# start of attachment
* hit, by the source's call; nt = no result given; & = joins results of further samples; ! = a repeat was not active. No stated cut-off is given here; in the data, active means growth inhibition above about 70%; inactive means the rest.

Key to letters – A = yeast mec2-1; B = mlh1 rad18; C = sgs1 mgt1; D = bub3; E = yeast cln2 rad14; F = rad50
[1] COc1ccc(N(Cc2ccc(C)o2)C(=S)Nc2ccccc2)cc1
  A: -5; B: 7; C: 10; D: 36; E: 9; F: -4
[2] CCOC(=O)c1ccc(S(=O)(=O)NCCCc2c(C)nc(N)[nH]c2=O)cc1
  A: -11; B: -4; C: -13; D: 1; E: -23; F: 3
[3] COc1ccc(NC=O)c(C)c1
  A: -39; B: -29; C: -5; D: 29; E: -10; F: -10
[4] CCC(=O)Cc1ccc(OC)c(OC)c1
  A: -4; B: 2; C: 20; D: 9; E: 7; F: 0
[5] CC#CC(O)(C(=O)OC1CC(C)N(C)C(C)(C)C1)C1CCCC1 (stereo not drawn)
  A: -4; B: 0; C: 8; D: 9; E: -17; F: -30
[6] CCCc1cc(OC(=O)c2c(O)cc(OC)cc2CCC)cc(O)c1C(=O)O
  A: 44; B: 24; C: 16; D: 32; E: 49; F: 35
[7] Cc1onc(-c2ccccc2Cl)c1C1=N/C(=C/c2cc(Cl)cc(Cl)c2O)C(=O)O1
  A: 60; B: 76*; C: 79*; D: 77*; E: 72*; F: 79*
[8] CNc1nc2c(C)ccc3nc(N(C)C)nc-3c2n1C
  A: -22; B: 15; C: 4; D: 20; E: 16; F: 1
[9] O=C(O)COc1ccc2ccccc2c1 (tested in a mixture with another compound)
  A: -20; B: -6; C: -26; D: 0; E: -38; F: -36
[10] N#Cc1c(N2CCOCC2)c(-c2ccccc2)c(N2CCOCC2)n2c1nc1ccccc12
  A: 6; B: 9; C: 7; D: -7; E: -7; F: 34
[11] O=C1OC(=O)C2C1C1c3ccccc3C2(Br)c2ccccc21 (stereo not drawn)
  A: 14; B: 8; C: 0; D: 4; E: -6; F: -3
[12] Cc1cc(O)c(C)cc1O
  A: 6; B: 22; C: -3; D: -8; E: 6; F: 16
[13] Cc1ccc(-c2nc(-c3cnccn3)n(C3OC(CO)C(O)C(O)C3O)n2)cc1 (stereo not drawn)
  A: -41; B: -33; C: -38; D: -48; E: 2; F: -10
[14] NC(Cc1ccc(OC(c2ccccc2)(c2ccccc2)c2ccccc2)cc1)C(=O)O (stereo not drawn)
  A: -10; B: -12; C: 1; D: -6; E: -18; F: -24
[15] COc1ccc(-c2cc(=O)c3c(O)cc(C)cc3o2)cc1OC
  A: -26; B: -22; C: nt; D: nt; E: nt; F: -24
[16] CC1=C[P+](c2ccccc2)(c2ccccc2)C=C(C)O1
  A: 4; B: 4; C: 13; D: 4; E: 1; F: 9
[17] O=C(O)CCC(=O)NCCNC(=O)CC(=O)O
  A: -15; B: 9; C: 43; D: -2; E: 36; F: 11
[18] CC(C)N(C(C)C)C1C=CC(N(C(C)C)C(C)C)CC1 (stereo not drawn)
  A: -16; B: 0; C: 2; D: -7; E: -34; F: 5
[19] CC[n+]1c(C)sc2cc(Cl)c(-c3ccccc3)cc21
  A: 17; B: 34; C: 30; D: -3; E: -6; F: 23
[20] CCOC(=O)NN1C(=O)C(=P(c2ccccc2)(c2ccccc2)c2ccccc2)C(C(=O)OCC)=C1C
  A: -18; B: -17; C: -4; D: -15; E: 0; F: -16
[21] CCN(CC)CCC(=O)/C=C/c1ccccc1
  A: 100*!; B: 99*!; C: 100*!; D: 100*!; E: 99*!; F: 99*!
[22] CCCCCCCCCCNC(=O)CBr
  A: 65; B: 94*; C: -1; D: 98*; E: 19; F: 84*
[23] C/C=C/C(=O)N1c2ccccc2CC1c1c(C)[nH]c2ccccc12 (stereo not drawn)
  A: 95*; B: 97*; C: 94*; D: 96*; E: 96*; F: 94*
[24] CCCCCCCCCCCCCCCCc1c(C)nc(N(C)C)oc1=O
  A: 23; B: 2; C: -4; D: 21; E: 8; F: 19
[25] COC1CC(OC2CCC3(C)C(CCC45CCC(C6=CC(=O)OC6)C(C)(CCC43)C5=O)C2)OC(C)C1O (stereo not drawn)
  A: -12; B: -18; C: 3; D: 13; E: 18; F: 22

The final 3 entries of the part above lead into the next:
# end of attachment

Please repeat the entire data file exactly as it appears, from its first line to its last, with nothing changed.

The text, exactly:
* hit, by the source's call; nt = no result given; & = joins results of further samples; ! = a repeat was not active. No stated cut-off is given here; in the data, active means growth inhibition above about 70%; inactive means the rest.

Key to letters – A = yeast mec2-1; B = mlh1 rad18; C = sgs1 mgt1; D = bub3; E = yeast cln2 rad14; F = rad50
[1] COc1ccc(N(Cc2ccc(C)o2)C(=S)Nc2ccccc2)cc1
  A: -5; B: 7; C: 10; D: 36; E: 9; F: -4
[2] CCOC(=O)c1ccc(S(=O)(=O)NCCCc2c(C)nc(N)[nH]c2=O)cc1
  A: -11; B: -4; C: -13; D: 1; E: -23; F: 3
[3] COc1ccc(NC=O)c(C)c1
  A: -39; B: -29; C: -5; D: 29; E: -10; F: -10
[4] CCC(=O)Cc1ccc(OC)c(OC)c1
  A: -4; B: 2; C: 20; D: 9; E: 7; F: 0
[5] CC#CC(O)(C(=O)OC1CC(C)N(C)C(C)(C)C1)C1CCCC1 (stereo not drawn)
  A: -4; B: 0; C: 8; D: 9; E: -17; F: -30
[6] CCCc1cc(OC(=O)c2c(O)cc(OC)cc2CCC)cc(O)c1C(=O)O
  A: 44; B: 24; C: 16; D: 32; E: 49; F: 35
[7] Cc1onc(-c2ccccc2Cl)c1C1=N/C(=C/c2cc(Cl)cc(Cl)c2O)C(=O)O1
  A: 60; B: 76*; C: 79*; D: 77*; E: 72*; F: 79*
[8] CNc1nc2c(C)ccc3nc(N(C)C)nc-3c2n1C
  A: -22; B: 15; C: 4; D: 20; E: 16; F: 1
[9] O=C(O)COc1ccc2ccccc2c1 (tested in a mixture with another compound)
  A: -20; B: -6; C: -26; D: 0; E: -38; F: -36
[10] N#Cc1c(N2CCOCC2)c(-c2ccccc2)c(N2CCOCC2)n2c1nc1ccccc12
  A: 6; B: 9; C: 7; D: -7; E: -7; F: 34
[11] O=C1OC(=O)C2C1C1c3ccccc3C2(Br)c2ccccc21 (stereo not drawn)
  A: 14; B: 8; C: 0; D: 4; E: -6; F: -3
[12] Cc1cc(O)c(C)cc1O
  A: 6; B: 22; C: -3; D: -8; E: 6; F: 16
[13] Cc1ccc(-c2nc(-c3cnccn3)n(C3OC(CO)C(O)C(O)C3O)n2)cc1 (stereo not drawn)
  A: -41; B: -33; C: -38; D: -48; E: 2; F: -10
[14] NC(Cc1ccc(OC(c2ccccc2)(c2ccccc2)c2ccccc2)cc1)C(=O)O (stereo not drawn)
  A: -10; B: -12; C: 1; D: -6; E: -18; F: -24
[15] COc1ccc(-c2cc(=O)c3c(O)cc(C)cc3o2)cc1OC
  A: -26; B: -22; C: nt; D: nt; E: nt; F: -24
[16] CC1=C[P+](c2ccccc2)(c2ccccc2)C=C(C)O1
  A: 4; B: 4; C: 13; D: 4; E: 1; F: 9
[17] O=C(O)CCC(=O)NCCNC(=O)CC(=O)O
  A: -15; B: 9; C: 43; D: -2; E: 36; F: 11
[18] CC(C)N(C(C)C)C1C=CC(N(C(C)C)C(C)C)CC1 (stereo not drawn)
  A: -16; B: 0; C: 2; D: -7; E: -34; F: 5
[19] CC[n+]1c(C)sc2cc(Cl)c(-c3ccccc3)cc21
  A: 17; B: 34; C: 30; D: -3; E: -6; F: 23
[20] CCOC(=O)NN1C(=O)C(=P(c2ccccc2)(c2ccccc2)c2ccccc2)C(C(=O)OCC)=C1C
  A: -18; B: -17; C: -4; D: -15; E: 0; F: -16
[21] CCN(CC)CCC(=O)/C=C/c1ccccc1
  A: 100*!; B: 99*!; C: 100*!; D: 100*!; E: 99*!; F: 99*!
[22] CCCCCCCCCCNC(=O)CBr
  A: 65; B: 94*; C: -1; D: 98*; E: 19; F: 84*
[23] C/C=C/C(=O)N1c2ccccc2CC1c1c(C)[nH]c2ccccc12 (stereo not drawn)
  A: 95*; B: 97*; C: 94*; D: 96*; E: 96*; F: 94*
[24] CCCCCCCCCCCCCCCCc1c(C)nc(N(C)C)oc1=O
  A: 23; B: 2; C: -4; D: 21; E: 8; F: 19
[25] COC1CC(OC2CCC3(C)C(CCC45CCC(C6=CC(=O)OC6)C(C)(CCC43)C5=O)C2)OC(C)C1O (stereo not drawn)
  A: -12; B: -18; C: 3; D: 13; E: 18; F: 22

The final 3 entries of the part above lead into the next: